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Capital market activities (repo, market making…): regulatory impacts and future trends - Economic and monetary challenges

Review and consolidate

By Dunkel Gunter - President, Association of German Public Banks (VöB) & Chairman of the Management Board, Norddeutsche Landesbank (NORD/LB), Association of German Public Banks (Bundesverband Öffentlicher Banken Deutschlands, VÖB)


Stricter banking regulations introduced since the outbreak of the financial markets crisis in 2007/2008 have brought about noticeable changes affecting the repo business. Specifically, these regulations – and the Basel III/CRD IV regime in particular – are challenging the entire repo business model, given the impact of the Leverage Ratio and the Liquidity Coverage Ratio.

According to an ICMA survey conducted among market participants, the costs of a repo transaction will rise to at least 40 basis points, if compliance with all Basel III requirements is taken into account. These costs are likely to vary between different institutions. But bearing in mind that repos are a low-margin business, with low costs (to date), it becomes evident just how dramatic the regulation-driven cost increase really is. The way I see it, over the long term this will threaten the significance of the repo market as a key provider of liquidity for the secondary markets in sovereign and corporate bonds.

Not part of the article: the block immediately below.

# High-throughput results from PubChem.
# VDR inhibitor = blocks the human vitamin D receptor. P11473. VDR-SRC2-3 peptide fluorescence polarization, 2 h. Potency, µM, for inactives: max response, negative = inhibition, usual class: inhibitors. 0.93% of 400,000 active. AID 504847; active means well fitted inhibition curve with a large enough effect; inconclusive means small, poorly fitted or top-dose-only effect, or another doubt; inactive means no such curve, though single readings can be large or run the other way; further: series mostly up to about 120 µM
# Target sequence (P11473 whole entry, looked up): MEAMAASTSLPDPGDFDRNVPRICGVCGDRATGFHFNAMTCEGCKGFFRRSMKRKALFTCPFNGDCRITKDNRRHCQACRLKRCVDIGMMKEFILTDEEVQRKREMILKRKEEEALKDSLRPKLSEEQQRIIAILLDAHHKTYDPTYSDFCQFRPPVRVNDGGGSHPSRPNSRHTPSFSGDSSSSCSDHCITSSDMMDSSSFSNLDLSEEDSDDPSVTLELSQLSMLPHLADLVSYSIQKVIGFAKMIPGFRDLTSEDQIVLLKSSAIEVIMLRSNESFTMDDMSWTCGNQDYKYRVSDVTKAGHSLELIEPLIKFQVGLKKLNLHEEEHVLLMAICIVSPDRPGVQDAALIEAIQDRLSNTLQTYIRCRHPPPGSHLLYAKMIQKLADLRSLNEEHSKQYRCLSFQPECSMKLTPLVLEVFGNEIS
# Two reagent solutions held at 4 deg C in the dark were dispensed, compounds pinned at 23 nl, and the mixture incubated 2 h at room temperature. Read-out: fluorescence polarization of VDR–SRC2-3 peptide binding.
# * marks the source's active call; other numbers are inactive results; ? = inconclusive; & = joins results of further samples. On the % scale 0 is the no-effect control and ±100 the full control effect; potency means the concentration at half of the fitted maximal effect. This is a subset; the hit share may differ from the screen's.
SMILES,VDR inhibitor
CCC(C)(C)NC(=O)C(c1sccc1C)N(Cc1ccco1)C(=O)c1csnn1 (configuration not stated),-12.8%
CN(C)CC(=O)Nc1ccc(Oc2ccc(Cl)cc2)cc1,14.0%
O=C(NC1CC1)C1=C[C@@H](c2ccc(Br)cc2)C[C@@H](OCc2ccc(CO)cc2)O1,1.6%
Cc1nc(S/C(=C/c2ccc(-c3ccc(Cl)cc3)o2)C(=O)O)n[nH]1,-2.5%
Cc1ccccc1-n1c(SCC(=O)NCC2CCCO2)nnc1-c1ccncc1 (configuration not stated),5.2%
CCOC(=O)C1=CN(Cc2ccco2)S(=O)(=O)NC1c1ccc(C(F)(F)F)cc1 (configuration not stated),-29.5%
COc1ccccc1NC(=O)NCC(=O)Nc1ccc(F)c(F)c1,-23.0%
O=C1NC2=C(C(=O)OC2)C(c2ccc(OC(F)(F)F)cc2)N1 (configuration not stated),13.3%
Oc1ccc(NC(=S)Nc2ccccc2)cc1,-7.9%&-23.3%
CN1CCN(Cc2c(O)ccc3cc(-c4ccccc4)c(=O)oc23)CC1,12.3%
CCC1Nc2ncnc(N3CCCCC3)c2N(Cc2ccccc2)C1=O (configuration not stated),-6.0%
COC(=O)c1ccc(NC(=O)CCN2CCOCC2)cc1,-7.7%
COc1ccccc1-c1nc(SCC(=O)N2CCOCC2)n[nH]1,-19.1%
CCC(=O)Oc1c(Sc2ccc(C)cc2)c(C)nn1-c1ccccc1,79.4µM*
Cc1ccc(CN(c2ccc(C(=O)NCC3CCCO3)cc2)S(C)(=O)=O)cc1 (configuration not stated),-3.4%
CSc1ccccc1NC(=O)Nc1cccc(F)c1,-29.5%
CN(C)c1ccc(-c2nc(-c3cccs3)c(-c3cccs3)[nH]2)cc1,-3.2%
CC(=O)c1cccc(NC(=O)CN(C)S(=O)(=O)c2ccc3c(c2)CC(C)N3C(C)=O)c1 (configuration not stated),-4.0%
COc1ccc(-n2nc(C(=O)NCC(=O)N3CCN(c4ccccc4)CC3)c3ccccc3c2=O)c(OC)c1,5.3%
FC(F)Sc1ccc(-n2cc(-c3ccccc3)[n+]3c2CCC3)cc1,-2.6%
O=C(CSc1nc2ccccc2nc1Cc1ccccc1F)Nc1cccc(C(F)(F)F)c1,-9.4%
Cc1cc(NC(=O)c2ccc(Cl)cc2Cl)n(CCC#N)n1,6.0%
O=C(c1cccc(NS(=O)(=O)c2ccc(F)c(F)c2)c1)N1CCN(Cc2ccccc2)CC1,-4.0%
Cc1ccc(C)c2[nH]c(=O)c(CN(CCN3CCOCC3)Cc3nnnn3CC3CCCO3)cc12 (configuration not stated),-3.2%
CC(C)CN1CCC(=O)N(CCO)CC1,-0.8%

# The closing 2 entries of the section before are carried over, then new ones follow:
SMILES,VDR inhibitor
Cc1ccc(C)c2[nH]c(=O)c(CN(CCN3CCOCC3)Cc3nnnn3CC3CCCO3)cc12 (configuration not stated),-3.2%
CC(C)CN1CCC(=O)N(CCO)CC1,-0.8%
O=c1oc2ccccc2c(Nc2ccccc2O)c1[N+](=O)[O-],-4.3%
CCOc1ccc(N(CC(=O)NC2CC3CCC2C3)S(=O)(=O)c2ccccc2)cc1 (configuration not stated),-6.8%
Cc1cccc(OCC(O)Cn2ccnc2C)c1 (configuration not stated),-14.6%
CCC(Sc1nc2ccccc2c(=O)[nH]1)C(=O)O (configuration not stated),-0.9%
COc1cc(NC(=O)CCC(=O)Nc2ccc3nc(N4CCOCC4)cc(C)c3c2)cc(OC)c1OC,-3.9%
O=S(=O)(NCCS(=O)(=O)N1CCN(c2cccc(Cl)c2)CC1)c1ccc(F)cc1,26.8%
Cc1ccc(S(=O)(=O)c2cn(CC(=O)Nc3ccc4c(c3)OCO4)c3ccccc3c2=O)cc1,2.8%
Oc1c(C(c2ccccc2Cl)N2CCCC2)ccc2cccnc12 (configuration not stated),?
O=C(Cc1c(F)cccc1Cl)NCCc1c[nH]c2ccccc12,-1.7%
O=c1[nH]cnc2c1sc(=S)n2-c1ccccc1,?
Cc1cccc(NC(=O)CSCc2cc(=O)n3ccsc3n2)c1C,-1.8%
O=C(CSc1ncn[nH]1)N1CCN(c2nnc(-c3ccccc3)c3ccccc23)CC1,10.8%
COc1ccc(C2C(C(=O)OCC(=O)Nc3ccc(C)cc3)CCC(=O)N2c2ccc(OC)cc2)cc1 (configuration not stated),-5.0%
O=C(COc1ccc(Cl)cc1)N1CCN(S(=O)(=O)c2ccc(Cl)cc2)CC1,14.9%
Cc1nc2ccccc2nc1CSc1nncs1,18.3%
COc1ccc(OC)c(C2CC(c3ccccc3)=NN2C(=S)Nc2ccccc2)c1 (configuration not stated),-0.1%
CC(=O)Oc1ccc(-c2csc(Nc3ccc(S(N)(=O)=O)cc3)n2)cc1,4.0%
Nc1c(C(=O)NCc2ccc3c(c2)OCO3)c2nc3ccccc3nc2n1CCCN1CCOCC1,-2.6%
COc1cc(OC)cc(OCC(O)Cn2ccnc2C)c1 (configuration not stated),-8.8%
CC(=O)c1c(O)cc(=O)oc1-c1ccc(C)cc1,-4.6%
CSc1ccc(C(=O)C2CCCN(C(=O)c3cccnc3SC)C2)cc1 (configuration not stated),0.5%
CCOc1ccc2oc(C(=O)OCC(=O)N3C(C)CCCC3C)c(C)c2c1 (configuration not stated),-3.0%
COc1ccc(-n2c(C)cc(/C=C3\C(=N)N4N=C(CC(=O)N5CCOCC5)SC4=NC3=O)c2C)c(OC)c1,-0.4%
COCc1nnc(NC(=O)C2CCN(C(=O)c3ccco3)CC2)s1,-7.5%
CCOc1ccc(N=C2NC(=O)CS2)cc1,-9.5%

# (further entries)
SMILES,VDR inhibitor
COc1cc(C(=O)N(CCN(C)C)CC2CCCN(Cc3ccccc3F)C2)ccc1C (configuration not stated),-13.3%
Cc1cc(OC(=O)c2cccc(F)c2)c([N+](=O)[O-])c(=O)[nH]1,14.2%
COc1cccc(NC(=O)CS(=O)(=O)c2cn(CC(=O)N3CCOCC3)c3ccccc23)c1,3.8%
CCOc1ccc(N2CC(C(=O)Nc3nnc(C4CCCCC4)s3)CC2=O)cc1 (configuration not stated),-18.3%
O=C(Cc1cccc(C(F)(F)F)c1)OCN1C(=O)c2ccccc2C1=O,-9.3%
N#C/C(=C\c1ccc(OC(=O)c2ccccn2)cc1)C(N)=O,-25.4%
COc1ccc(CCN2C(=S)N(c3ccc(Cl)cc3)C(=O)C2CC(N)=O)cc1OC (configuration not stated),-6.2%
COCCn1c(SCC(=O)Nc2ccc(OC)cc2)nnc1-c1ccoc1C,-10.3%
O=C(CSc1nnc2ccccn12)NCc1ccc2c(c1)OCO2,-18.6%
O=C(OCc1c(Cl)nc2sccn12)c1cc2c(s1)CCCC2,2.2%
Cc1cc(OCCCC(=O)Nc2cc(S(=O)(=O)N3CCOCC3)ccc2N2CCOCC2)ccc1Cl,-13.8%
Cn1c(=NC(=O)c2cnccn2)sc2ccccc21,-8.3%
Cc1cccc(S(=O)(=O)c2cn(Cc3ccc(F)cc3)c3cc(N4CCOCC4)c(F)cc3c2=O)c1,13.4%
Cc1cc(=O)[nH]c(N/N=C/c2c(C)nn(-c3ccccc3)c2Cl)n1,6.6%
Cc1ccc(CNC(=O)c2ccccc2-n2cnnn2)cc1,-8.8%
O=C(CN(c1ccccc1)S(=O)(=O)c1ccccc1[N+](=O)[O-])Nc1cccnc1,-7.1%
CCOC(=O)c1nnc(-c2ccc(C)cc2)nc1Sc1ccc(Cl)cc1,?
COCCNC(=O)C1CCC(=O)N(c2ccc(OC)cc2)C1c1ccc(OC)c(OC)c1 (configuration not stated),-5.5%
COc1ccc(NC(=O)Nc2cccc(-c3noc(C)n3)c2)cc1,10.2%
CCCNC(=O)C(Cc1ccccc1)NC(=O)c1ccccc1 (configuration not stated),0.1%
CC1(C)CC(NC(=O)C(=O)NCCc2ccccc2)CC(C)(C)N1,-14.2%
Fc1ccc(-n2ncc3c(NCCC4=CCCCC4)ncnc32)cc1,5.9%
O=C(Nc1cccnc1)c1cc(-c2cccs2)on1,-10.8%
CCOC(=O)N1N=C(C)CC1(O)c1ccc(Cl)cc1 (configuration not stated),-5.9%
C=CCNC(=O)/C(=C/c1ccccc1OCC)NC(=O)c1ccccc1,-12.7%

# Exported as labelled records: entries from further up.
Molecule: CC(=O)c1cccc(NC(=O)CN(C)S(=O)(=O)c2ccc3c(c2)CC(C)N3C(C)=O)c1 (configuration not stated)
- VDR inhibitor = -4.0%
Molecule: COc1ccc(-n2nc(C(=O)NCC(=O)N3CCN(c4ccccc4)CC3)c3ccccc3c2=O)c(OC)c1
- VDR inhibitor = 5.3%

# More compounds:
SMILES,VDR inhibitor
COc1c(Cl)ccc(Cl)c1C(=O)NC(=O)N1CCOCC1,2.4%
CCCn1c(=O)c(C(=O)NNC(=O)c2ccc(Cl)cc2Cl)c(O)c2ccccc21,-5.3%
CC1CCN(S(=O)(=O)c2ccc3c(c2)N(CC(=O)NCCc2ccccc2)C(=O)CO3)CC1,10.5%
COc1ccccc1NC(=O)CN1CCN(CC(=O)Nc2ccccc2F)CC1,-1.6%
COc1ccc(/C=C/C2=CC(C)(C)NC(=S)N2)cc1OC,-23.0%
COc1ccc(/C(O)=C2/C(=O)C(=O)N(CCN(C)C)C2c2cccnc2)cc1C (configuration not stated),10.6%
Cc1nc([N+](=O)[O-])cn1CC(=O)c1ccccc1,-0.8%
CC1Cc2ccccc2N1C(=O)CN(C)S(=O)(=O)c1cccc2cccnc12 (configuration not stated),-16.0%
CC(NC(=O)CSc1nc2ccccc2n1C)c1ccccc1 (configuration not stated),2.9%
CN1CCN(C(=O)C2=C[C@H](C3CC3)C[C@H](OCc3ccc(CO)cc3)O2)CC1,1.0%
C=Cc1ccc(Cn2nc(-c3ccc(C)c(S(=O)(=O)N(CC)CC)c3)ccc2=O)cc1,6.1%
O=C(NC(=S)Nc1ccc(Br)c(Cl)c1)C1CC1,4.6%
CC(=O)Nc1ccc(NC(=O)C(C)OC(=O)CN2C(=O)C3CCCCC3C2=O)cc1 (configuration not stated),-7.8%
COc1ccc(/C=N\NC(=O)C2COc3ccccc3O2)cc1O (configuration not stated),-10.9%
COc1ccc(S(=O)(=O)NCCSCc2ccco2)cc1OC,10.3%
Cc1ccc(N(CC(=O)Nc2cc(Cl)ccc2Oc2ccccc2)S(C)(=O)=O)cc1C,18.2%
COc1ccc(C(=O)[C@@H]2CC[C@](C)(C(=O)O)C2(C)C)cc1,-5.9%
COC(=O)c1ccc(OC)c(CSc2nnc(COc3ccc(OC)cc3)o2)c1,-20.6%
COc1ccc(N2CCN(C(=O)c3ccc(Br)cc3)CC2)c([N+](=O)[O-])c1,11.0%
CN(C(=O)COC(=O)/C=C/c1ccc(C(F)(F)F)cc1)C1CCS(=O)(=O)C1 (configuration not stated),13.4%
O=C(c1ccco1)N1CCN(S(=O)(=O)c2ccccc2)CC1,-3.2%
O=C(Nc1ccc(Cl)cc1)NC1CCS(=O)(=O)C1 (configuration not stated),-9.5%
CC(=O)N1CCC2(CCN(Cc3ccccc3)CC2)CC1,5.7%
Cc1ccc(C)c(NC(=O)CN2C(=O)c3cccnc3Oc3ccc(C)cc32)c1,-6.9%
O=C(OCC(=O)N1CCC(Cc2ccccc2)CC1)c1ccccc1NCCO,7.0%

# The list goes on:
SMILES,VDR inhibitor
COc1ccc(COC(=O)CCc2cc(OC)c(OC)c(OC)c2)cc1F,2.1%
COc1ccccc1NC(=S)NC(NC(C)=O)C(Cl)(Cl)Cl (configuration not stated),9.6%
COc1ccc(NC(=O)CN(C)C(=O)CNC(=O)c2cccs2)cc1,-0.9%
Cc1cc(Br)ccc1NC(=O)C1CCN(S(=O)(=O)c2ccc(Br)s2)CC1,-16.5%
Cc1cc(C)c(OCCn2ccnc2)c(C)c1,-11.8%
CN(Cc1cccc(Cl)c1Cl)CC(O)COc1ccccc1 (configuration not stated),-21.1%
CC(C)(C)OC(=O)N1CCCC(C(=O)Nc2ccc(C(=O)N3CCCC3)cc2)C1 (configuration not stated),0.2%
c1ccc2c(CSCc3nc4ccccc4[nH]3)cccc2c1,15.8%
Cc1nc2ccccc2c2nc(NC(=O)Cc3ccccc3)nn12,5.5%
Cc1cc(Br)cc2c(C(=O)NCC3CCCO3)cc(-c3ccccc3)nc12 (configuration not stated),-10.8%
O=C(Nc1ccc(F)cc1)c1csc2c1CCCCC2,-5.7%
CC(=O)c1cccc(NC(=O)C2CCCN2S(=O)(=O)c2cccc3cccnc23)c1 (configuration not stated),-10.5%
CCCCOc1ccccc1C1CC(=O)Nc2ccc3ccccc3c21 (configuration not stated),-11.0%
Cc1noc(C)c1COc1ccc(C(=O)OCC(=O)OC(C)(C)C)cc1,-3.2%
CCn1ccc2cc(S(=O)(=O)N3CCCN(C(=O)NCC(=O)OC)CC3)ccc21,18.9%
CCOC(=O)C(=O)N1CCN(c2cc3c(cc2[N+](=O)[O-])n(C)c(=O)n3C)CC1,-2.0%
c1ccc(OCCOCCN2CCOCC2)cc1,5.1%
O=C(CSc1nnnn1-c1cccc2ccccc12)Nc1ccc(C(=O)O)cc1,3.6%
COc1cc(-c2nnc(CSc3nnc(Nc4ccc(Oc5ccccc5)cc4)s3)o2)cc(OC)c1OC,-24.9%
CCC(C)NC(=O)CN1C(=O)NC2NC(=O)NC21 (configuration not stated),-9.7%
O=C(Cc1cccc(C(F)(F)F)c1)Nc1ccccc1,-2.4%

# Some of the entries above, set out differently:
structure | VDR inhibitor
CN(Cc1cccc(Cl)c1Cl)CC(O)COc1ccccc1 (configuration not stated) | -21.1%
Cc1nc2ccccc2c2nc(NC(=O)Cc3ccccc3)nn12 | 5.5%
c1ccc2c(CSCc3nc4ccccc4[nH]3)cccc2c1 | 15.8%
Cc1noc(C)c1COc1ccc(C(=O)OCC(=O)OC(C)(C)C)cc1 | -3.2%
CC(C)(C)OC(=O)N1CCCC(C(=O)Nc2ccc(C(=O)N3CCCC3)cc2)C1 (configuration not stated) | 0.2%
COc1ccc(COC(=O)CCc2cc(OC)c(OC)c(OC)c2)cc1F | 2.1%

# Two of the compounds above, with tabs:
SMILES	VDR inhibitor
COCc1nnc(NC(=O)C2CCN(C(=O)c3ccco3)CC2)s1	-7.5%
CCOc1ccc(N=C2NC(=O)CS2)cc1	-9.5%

Whether these are unintended consequences, or – as some would point out – the creators of Basel III were fully aware of the effects, is open to discussion. What cannot be denied is that this development affecting the repo markets, which is solely driven by regulation, is in clear contradiction to the ongoing Capital Markets Union project. It is worth pointing out that the very purpose of CMU is to preserve and strengthen liquid capital markets in order to secure investments in the EU over the long term.

Against this background, the premise that Capital Markets Union does not simply rely on new regulations, but in fact has the stated objective of consolidating existing rules, is not only good news – this is indispensable. Such consolidation must not be limited to the (urgently needed) harmonization of rules and regulations. What is required are specific corrective measures. Hence, I welcome Commissioner Hill’s Call for Evidence.

In addition, I support the idea of promoting Best Practices, e. g. private placements (Schuldscheindarlehen). These are critically important measures to prepare EU’s capital markets for global competition.